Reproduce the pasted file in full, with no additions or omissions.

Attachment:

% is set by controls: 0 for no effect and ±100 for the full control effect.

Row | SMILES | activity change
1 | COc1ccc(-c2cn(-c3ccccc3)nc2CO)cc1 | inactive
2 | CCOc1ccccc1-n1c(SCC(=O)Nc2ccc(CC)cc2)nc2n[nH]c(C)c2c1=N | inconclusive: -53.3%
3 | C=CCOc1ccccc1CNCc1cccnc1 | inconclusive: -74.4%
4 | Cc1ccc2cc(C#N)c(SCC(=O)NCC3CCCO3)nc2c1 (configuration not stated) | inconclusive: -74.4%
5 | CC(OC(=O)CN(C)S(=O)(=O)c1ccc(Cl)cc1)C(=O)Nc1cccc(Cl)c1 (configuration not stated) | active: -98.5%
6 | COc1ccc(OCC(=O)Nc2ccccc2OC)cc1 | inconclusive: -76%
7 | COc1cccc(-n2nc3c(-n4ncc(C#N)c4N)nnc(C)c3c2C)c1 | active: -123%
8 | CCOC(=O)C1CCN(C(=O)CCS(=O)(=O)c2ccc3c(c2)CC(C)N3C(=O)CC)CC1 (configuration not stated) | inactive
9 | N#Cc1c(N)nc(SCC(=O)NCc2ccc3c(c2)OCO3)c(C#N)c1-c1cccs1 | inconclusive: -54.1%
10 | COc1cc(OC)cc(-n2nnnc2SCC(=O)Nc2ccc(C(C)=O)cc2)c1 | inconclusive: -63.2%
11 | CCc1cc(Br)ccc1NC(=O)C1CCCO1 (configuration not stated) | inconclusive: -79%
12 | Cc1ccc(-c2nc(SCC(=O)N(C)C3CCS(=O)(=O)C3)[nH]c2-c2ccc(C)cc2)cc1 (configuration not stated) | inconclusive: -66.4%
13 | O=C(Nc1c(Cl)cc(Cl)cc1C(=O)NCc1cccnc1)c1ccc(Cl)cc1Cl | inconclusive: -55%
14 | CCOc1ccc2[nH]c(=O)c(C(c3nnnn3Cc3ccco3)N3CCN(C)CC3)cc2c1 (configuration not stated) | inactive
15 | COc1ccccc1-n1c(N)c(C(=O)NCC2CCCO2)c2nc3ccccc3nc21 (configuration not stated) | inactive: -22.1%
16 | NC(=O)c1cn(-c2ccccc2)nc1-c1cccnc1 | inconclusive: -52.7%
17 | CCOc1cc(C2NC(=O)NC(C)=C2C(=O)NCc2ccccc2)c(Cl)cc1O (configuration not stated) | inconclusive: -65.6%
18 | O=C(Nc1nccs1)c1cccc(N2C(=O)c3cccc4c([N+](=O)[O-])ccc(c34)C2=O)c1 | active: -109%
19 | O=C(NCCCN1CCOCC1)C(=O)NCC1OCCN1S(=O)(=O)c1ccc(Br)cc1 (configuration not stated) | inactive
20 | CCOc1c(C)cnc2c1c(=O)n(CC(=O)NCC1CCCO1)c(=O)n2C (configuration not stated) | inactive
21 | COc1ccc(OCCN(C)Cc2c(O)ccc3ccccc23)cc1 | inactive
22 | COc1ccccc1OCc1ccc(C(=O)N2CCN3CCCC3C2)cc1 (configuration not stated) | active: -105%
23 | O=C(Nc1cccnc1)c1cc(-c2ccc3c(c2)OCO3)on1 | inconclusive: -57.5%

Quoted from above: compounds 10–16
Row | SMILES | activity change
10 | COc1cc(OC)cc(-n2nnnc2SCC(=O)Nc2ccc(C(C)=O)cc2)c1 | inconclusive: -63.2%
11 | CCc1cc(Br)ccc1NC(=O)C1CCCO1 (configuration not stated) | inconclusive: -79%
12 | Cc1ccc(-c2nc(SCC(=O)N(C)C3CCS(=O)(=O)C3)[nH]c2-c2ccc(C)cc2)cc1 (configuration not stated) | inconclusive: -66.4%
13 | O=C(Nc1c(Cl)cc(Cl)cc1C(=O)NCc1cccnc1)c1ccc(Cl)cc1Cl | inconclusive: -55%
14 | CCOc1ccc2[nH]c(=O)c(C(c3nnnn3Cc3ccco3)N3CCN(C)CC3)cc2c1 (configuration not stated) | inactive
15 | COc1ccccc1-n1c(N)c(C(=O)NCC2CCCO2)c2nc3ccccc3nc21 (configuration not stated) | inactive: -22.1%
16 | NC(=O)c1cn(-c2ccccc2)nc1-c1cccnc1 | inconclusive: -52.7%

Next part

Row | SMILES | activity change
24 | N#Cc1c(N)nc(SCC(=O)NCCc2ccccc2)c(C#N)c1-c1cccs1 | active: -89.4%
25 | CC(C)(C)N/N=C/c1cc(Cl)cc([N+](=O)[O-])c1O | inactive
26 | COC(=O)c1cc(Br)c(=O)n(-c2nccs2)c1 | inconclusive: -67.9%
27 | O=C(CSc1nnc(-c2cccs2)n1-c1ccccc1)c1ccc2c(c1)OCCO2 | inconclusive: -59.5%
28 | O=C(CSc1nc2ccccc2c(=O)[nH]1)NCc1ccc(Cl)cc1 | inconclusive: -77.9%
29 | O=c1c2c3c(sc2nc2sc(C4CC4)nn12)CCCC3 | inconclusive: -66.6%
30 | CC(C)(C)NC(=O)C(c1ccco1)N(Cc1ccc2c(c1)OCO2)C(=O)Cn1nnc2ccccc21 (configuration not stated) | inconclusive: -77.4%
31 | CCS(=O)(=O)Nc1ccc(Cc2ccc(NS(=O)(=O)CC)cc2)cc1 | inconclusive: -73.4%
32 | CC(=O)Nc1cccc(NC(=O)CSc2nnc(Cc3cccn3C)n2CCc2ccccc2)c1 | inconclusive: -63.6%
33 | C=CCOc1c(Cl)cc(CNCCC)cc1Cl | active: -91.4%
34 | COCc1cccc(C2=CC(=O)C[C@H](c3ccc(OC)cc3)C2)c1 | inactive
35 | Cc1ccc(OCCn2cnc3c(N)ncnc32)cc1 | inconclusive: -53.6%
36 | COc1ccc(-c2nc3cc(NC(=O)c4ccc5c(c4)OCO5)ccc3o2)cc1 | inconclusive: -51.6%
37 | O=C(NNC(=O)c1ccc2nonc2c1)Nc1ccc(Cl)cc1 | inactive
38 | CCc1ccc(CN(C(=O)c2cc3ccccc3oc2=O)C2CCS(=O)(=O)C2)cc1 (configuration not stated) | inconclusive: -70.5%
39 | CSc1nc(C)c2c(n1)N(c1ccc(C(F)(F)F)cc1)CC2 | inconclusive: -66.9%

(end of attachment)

% is set by controls: 0 for no effect and ±100 for the full control effect.

Row | SMILES | activity change
1 | COc1ccc(-c2cn(-c3ccccc3)nc2CO)cc1 | inactive
2 | CCOc1ccccc1-n1c(SCC(=O)Nc2ccc(CC)cc2)nc2n[nH]c(C)c2c1=N | inconclusive: -53.3%
3 | C=CCOc1ccccc1CNCc1cccnc1 | inconclusive: -74.4%
4 | Cc1ccc2cc(C#N)c(SCC(=O)NCC3CCCO3)nc2c1 (configuration not stated) | inconclusive: -74.4%
5 | CC(OC(=O)CN(C)S(=O)(=O)c1ccc(Cl)cc1)C(=O)Nc1cccc(Cl)c1 (configuration not stated) | active: -98.5%
6 | COc1ccc(OCC(=O)Nc2ccccc2OC)cc1 | inconclusive: -76%
7 | COc1cccc(-n2nc3c(-n4ncc(C#N)c4N)nnc(C)c3c2C)c1 | active: -123%
8 | CCOC(=O)C1CCN(C(=O)CCS(=O)(=O)c2ccc3c(c2)CC(C)N3C(=O)CC)CC1 (configuration not stated) | inactive
9 | N#Cc1c(N)nc(SCC(=O)NCc2ccc3c(c2)OCO3)c(C#N)c1-c1cccs1 | inconclusive: -54.1%
10 | COc1cc(OC)cc(-n2nnnc2SCC(=O)Nc2ccc(C(C)=O)cc2)c1 | inconclusive: -63.2%
11 | CCc1cc(Br)ccc1NC(=O)C1CCCO1 (configuration not stated) | inconclusive: -79%
12 | Cc1ccc(-c2nc(SCC(=O)N(C)C3CCS(=O)(=O)C3)[nH]c2-c2ccc(C)cc2)cc1 (configuration not stated) | inconclusive: -66.4%
13 | O=C(Nc1c(Cl)cc(Cl)cc1C(=O)NCc1cccnc1)c1ccc(Cl)cc1Cl | inconclusive: -55%
14 | CCOc1ccc2[nH]c(=O)c(C(c3nnnn3Cc3ccco3)N3CCN(C)CC3)cc2c1 (configuration not stated) | inactive
15 | COc1ccccc1-n1c(N)c(C(=O)NCC2CCCO2)c2nc3ccccc3nc21 (configuration not stated) | inactive: -22.1%
16 | NC(=O)c1cn(-c2ccccc2)nc1-c1cccnc1 | inconclusive: -52.7%
17 | CCOc1cc(C2NC(=O)NC(C)=C2C(=O)NCc2ccccc2)c(Cl)cc1O (configuration not stated) | inconclusive: -65.6%
18 | O=C(Nc1nccs1)c1cccc(N2C(=O)c3cccc4c([N+](=O)[O-])ccc(c34)C2=O)c1 | active: -109%
19 | O=C(NCCCN1CCOCC1)C(=O)NCC1OCCN1S(=O)(=O)c1ccc(Br)cc1 (configuration not stated) | inactive
20 | CCOc1c(C)cnc2c1c(=O)n(CC(=O)NCC1CCCO1)c(=O)n2C (configuration not stated) | inactive
21 | COc1ccc(OCCN(C)Cc2c(O)ccc3ccccc23)cc1 | inactive
22 | COc1ccccc1OCc1ccc(C(=O)N2CCN3CCCC3C2)cc1 (configuration not stated) | active: -105%
23 | O=C(Nc1cccnc1)c1cc(-c2ccc3c(c2)OCO3)on1 | inconclusive: -57.5%

Quoted from above: compounds 10–16
Row | SMILES | activity change
10 | COc1cc(OC)cc(-n2nnnc2SCC(=O)Nc2ccc(C(C)=O)cc2)c1 | inconclusive: -63.2%
11 | CCc1cc(Br)ccc1NC(=O)C1CCCO1 (configuration not stated) | inconclusive: -79%
12 | Cc1ccc(-c2nc(SCC(=O)N(C)C3CCS(=O)(=O)C3)[nH]c2-c2ccc(C)cc2)cc1 (configuration not stated) | inconclusive: -66.4%
13 | O=C(Nc1c(Cl)cc(Cl)cc1C(=O)NCc1cccnc1)c1ccc(Cl)cc1Cl | inconclusive: -55%
14 | CCOc1ccc2[nH]c(=O)c(C(c3nnnn3Cc3ccco3)N3CCN(C)CC3)cc2c1 (configuration not stated) | inactive
15 | COc1ccccc1-n1c(N)c(C(=O)NCC2CCCO2)c2nc3ccccc3nc21 (configuration not stated) | inactive: -22.1%
16 | NC(=O)c1cn(-c2ccccc2)nc1-c1cccnc1 | inconclusive: -52.7%

Next part

Row | SMILES | activity change
24 | N#Cc1c(N)nc(SCC(=O)NCCc2ccccc2)c(C#N)c1-c1cccs1 | active: -89.4%
25 | CC(C)(C)N/N=C/c1cc(Cl)cc([N+](=O)[O-])c1O | inactive
26 | COC(=O)c1cc(Br)c(=O)n(-c2nccs2)c1 | inconclusive: -67.9%
27 | O=C(CSc1nnc(-c2cccs2)n1-c1ccccc1)c1ccc2c(c1)OCCO2 | inconclusive: -59.5%
28 | O=C(CSc1nc2ccccc2c(=O)[nH]1)NCc1ccc(Cl)cc1 | inconclusive: -77.9%
29 | O=c1c2c3c(sc2nc2sc(C4CC4)nn12)CCCC3 | inconclusive: -66.6%
30 | CC(C)(C)NC(=O)C(c1ccco1)N(Cc1ccc2c(c1)OCO2)C(=O)Cn1nnc2ccccc21 (configuration not stated) | inconclusive: -77.4%
31 | CCS(=O)(=O)Nc1ccc(Cc2ccc(NS(=O)(=O)CC)cc2)cc1 | inconclusive: -73.4%
32 | CC(=O)Nc1cccc(NC(=O)CSc2nnc(Cc3cccn3C)n2CCc2ccccc2)c1 | inconclusive: -63.6%
33 | C=CCOc1c(Cl)cc(CNCCC)cc1Cl | active: -91.4%
34 | COCc1cccc(C2=CC(=O)C[C@H](c3ccc(OC)cc3)C2)c1 | inactive
35 | Cc1ccc(OCCn2cnc3c(N)ncnc32)cc1 | inconclusive: -53.6%
36 | COc1ccc(-c2nc3cc(NC(=O)c4ccc5c(c4)OCO5)ccc3o2)cc1 | inconclusive: -51.6%
37 | O=C(NNC(=O)c1ccc2nonc2c1)Nc1ccc(Cl)cc1 | inactive
38 | CCc1ccc(CN(C(=O)c2cc3ccccc3oc2=O)C2CCS(=O)(=O)C2)cc1 (configuration not stated) | inconclusive: -70.5%
39 | CSc1nc(C)c2c(n1)N(c1ccc(C(F)(F)F)cc1)CC2 | inconclusive: -66.9%